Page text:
Bold life helped shape and artist’s passion

Ken Kirkby has never been afraid to take artistic chances

Ken Kirkby’s stunning artwork can be found at the Gallery at Qualicum Art Supply.

Ken Kirkby’s stunning artwork can be found at the Gallery at Qualicum Art Supply.

Ken Kirkby was born in London, England right around the time the German Air Force launched a massive air raid on the city during the Second World War.

“I now at this stage in my life consider it to be an omen for how my life would be,” said the painter who lives now lives in Bowser.

Kirkby was brought up in Portugal, where his father was one of the main driving forces behind the country’s rebuilding, following the war. Rather than go to school, Kirkby was educated by his father’s friends, acquaintances and business partners.

“So I had all these chemists and physicists and opera singers as my teachers,” he said. 

But there was one man Kirkby came across himself who would play a monumental role in his future.

He lived in a shack halfway down a cliff, and he couldn’t read or write, but he would become Kirby’s “Merlin” and remains the most unique man Kirkby says he’s ever met. 

He was a whaler in the Arctic in his younger days and a commercial fisherman, and Kirkby spent over 10 years learning his philosophies and listening to his stories about the Arctic.

“Those stories so got into me, they never left me,” he said. “And I figured when I get big I know where I’m going.”

Kirkby began painting at a young age and sold his first painting to an architect when he was eight years old.

When he was 17 Kirkby became involved in a revolution in Portugal, where many were killed and few escaped, he said. 

Luckily he and the Canadian ambassador to Portugal had become close fly fishing friends and this man would help him find refuge. 

He provided him with the necessary documents and he also gave him a map to the best fly fishing spot in the country, the south shore of a place called Nile Creek on Vancouver Island. He had friends there who owned a cabin and Kirkby would be welcome there.

He arrived and immediately fell in love with the place, he said. He promised himself that he’d return and live there.

So he headed off for the Arctic when he was 18 years old, thinking he’d be gone about five or six months. He wouldn’t return to the area until he was 60, after what he calls a lifetime of trying to bring attention to the Inuit.

Kirkby stayed in the Arctic until he was 26. He was adopted by an Inuit grandmother who taught him her language and way of living. She saw to it that he travelled the entire Arctic and asked that he go out and tell her story to the world.

“The story was to listen to the Inuit,” Kirkby explained. “They wished to have a territory that wasn’t just simply the Northwest Territories. 

“The word Nunavut means our land,” he said, adding the Inuit no longer wanted to be wards of the state, or have their children taken away from them. They wanted to be in charge of their own destiny, he said.

During his stay in the Arctic, Kirkby discovered Inukshuks, stone structures that he initially mistook for people far off in the distance. His sketches of these, the Arctic landscape and the Inuit people would become extraodinary oil paintings once he retuned to his new home in Vancouver. Kirkby decided to take it to the next level when he created his massive Isumataq, measuring 152 feet long by 12 feet high, which was unveiled in the Parliament buildings in Ottawa in 1992.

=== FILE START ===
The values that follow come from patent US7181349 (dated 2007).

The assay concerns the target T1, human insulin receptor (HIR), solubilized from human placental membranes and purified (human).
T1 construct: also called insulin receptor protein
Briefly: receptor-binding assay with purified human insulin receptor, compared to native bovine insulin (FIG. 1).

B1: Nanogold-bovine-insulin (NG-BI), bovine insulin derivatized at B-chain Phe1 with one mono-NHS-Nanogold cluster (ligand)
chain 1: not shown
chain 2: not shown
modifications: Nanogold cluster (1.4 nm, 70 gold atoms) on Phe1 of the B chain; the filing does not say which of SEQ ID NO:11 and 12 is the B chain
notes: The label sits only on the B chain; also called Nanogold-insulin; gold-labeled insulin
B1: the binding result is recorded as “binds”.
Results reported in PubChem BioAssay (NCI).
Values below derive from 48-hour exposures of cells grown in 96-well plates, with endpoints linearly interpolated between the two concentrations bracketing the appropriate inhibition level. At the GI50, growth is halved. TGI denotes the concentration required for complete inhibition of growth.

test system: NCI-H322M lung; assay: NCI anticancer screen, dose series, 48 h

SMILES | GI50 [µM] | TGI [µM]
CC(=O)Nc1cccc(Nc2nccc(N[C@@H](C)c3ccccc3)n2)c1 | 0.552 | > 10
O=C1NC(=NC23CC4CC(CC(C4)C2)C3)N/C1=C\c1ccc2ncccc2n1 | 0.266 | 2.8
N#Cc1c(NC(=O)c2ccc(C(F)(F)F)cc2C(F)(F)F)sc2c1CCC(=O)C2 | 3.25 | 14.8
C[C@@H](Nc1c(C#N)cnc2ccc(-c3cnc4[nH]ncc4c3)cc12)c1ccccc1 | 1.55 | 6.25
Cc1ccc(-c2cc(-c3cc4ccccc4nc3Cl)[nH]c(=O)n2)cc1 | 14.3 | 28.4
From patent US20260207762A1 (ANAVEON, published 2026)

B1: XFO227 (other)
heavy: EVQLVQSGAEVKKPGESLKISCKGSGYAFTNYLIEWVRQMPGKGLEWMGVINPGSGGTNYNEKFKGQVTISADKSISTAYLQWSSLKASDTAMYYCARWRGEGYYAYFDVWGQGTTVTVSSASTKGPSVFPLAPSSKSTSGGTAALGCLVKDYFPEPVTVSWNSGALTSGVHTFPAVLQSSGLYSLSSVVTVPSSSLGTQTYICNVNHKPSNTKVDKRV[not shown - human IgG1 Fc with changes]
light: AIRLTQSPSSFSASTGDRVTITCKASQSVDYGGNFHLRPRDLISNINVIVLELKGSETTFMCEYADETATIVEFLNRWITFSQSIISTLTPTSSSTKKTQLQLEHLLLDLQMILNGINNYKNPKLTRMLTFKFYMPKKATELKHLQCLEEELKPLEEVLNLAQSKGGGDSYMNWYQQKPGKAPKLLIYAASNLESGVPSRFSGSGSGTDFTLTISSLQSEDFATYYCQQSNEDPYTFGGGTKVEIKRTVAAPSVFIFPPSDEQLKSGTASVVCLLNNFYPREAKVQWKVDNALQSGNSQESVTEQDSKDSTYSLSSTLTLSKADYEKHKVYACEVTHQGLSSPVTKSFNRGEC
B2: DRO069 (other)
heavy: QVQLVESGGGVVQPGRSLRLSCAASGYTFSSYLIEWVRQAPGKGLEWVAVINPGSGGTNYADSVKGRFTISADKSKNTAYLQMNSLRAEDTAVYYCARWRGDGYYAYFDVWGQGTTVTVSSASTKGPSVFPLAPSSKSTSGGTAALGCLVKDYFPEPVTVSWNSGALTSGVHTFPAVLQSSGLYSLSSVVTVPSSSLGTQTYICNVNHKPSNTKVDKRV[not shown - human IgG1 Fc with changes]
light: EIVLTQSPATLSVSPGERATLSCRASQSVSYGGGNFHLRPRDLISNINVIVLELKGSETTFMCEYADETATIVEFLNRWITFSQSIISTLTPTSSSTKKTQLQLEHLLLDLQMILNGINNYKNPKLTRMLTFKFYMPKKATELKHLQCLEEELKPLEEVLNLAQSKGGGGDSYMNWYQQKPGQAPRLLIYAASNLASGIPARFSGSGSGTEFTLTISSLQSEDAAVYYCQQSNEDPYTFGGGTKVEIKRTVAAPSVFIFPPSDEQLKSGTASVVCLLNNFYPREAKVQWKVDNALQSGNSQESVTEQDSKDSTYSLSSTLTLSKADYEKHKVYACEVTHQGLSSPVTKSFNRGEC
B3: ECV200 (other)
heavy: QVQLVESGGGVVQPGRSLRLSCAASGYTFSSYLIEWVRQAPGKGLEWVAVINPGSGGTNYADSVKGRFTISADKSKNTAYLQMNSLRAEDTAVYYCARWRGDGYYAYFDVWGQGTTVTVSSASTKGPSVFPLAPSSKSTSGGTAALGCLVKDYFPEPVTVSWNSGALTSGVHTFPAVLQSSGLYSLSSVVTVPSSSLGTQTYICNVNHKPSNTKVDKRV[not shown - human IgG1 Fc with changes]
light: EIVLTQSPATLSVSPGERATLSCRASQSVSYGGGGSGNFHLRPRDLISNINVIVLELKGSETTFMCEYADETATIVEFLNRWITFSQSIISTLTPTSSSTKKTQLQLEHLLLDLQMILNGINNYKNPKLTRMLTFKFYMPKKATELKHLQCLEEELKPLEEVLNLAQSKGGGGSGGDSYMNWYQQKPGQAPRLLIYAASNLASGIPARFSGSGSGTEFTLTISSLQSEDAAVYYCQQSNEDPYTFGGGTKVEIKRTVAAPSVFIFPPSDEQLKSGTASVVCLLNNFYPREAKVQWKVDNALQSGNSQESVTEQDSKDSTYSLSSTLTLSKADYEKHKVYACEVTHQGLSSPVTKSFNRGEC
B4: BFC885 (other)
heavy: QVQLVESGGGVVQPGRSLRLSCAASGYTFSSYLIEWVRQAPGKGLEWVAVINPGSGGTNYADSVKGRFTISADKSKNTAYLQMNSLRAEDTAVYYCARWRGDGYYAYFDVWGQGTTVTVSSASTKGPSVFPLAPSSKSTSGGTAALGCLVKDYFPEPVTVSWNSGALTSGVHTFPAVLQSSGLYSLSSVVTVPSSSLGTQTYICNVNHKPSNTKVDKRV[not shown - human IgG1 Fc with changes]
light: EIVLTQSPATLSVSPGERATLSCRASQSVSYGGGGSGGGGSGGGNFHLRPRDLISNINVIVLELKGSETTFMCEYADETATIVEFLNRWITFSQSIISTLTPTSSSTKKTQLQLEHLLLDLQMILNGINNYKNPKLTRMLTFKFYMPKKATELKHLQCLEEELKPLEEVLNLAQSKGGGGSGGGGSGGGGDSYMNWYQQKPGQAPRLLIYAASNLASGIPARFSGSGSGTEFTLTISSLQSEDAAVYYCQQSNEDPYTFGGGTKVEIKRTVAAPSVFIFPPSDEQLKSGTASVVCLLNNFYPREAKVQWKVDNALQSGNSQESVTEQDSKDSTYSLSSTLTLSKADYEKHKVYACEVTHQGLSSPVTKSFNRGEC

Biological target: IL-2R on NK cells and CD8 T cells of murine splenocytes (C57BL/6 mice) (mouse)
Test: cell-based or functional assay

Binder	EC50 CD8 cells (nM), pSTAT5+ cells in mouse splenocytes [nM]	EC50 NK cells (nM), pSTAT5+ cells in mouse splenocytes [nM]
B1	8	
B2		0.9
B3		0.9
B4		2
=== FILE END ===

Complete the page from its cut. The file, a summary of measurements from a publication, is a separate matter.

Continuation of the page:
Kirkby hoped that this enormous painting would bring attention to the grandmother’s story, and help her get her wish. It worked.

“That magical, crazy, impossible story happened and we walked into parliament,” he said.  “It was the most unlikely political story. Nunavut was launched on its way into being.”

Following this project, Kirkby’s paintings of the North became sought-after worldwide.

Finally, when he turned 60 it was time to make the move to the little fishing village he had discovered so many years ago.

Since coming to Bowser, Kirkby has become involved with the Nile Creek Enhancement Society, a non-profit organization recognized nationally for its efforts restoring salmon numbers. This involvement has sparked a series of fish paintings and Kirkby is also working on a collection of paintings about the Salish Sea. This will become an art book with Kirkby’s art and poems written by Manolis. An earlier successful book by the two is called Vespers. A sequel is currently being written to the critically acclaimed book Ken Kirkby: A Painter’s Quest for Canada, and Kirkby is involved in creating a book as well as a major film on the success at the Nile Creek hatchery. 

Besides his many projects, Kirkby endeavors to paint all the quiet corners of the Island, having friends fly him to remote places that have been abandoned for years. He continues to work hard on perfecting his craft eight hours a day, most days, he said, and has yet to have any formal training.

 “How on earth can you be taught to reveal what it is that’s in your soul?” he asked. 

Kirkby’s paintings can be found at the Gallery at Qualicum Art Supply at 102-206 W First Ave in Qualicum Beach, as well as other local galleries like the Englishman River Art Gallery.


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